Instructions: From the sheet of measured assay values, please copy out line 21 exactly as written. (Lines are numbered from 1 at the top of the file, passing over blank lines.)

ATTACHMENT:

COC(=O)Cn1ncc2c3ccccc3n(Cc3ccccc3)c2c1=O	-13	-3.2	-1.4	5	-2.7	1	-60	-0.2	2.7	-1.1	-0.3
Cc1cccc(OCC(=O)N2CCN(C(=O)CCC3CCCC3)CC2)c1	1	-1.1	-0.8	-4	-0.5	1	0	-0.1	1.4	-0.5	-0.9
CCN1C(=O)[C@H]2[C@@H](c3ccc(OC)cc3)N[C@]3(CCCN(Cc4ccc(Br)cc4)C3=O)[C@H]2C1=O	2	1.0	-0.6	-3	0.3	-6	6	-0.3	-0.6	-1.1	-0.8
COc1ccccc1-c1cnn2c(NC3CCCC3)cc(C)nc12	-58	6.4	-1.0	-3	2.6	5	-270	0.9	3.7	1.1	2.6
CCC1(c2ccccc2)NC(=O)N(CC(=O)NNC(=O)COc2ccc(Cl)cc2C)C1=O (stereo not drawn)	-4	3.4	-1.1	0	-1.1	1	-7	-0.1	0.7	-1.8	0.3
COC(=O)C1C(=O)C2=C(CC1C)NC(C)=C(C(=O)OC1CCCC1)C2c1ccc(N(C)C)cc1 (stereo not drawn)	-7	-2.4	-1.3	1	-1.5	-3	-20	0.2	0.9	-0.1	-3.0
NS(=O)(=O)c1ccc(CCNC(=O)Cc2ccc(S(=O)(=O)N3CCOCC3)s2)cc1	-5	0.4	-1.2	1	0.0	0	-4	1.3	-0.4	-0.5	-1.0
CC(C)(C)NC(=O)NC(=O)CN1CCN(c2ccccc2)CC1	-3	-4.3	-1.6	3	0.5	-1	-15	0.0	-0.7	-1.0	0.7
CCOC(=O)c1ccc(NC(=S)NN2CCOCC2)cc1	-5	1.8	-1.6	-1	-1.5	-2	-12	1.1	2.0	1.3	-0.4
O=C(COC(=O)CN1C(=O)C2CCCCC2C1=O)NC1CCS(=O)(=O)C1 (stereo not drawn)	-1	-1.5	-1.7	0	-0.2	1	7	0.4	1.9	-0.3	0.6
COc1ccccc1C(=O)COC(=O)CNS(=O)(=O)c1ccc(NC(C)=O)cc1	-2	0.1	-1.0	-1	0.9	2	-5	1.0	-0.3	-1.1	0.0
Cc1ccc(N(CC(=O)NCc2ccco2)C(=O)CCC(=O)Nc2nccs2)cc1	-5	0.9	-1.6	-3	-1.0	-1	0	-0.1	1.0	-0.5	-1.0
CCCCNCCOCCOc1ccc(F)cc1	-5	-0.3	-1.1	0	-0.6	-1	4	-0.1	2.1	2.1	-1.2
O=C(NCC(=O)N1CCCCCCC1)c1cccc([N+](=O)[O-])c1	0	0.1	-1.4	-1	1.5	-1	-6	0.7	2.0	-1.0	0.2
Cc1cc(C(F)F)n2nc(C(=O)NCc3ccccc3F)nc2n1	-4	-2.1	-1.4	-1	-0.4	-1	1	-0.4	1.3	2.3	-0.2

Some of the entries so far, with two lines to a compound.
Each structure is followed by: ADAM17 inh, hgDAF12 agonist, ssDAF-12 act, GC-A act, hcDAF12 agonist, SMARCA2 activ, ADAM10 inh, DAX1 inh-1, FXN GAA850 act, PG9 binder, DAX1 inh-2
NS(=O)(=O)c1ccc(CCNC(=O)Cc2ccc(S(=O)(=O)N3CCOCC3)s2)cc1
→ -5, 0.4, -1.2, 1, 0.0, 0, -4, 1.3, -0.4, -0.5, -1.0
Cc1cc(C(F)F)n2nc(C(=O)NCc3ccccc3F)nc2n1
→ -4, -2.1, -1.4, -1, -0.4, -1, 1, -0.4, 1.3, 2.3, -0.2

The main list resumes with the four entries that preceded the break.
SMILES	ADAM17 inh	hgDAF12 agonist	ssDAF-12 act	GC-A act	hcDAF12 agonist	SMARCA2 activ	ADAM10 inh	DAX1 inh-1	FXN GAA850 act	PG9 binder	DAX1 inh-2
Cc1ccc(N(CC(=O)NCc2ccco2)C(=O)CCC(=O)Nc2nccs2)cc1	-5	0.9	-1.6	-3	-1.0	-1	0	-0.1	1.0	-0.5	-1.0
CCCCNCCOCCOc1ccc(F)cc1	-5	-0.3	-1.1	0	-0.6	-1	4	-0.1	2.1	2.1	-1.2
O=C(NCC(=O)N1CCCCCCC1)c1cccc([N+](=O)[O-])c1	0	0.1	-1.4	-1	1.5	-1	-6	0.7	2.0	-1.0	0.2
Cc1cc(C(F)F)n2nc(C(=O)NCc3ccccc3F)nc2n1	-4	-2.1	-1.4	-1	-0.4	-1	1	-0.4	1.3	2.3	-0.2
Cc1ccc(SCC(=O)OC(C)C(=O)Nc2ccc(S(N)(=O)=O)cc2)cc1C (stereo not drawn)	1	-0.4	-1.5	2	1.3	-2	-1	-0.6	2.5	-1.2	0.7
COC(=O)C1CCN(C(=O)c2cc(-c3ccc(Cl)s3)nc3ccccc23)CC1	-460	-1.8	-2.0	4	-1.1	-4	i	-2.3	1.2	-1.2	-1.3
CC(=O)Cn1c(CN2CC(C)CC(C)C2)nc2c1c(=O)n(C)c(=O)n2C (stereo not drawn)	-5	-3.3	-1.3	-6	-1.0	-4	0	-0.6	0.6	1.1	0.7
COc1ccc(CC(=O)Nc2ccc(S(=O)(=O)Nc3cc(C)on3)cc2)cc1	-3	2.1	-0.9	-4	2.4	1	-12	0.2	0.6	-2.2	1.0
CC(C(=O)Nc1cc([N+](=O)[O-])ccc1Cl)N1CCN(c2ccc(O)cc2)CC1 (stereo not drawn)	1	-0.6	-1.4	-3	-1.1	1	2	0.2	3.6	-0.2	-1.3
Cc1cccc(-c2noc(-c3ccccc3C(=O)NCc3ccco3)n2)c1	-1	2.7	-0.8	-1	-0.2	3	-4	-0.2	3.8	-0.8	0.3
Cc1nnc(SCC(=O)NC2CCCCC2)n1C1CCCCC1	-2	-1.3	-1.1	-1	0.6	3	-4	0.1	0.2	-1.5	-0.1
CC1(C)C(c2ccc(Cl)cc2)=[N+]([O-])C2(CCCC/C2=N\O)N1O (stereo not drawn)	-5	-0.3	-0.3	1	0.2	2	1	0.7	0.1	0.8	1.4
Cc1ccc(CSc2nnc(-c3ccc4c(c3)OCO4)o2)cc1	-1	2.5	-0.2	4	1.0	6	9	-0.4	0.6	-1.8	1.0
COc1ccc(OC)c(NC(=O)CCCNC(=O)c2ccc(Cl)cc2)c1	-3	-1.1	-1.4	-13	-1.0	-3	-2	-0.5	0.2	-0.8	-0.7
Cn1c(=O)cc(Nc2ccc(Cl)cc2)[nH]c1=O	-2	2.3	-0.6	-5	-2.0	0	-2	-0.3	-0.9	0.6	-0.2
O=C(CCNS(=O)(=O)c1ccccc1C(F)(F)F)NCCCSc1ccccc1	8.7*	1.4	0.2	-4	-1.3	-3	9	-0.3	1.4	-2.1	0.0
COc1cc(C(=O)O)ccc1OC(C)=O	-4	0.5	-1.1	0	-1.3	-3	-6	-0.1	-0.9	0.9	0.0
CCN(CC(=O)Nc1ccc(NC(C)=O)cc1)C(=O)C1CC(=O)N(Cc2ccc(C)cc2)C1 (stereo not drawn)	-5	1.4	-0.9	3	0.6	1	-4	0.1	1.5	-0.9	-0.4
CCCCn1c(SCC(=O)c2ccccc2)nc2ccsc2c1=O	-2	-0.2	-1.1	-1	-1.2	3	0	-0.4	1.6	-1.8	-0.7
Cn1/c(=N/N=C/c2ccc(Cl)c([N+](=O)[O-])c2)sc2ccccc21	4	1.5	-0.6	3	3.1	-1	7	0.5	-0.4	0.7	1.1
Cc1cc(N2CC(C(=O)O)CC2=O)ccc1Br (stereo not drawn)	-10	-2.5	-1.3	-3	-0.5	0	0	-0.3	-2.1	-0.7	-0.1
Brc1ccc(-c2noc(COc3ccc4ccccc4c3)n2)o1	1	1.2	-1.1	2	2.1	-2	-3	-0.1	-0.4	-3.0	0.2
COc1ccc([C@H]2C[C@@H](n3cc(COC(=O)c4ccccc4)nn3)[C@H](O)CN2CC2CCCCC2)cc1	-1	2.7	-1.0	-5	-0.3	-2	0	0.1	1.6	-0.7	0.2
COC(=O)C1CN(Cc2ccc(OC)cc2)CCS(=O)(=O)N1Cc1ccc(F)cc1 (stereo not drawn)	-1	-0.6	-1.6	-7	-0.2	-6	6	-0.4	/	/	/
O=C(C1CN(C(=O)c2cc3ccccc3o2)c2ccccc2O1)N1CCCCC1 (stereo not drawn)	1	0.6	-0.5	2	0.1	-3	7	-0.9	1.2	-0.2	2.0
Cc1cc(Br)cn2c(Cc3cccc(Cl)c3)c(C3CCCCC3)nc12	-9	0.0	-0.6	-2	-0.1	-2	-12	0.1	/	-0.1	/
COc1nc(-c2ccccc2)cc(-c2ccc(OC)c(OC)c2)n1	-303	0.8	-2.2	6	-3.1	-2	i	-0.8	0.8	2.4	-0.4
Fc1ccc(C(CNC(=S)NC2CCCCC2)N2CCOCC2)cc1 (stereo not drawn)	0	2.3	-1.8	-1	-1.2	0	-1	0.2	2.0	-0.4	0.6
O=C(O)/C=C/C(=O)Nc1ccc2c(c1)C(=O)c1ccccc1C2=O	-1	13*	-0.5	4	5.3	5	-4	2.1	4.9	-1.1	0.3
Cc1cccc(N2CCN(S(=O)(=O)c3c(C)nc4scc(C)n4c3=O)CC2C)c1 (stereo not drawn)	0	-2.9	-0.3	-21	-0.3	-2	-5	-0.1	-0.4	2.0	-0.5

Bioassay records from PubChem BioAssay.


→ -4, -2.1, -1.4, -1, -0.4, -1, 1, -0.4, 1.3, 2.3, -0.2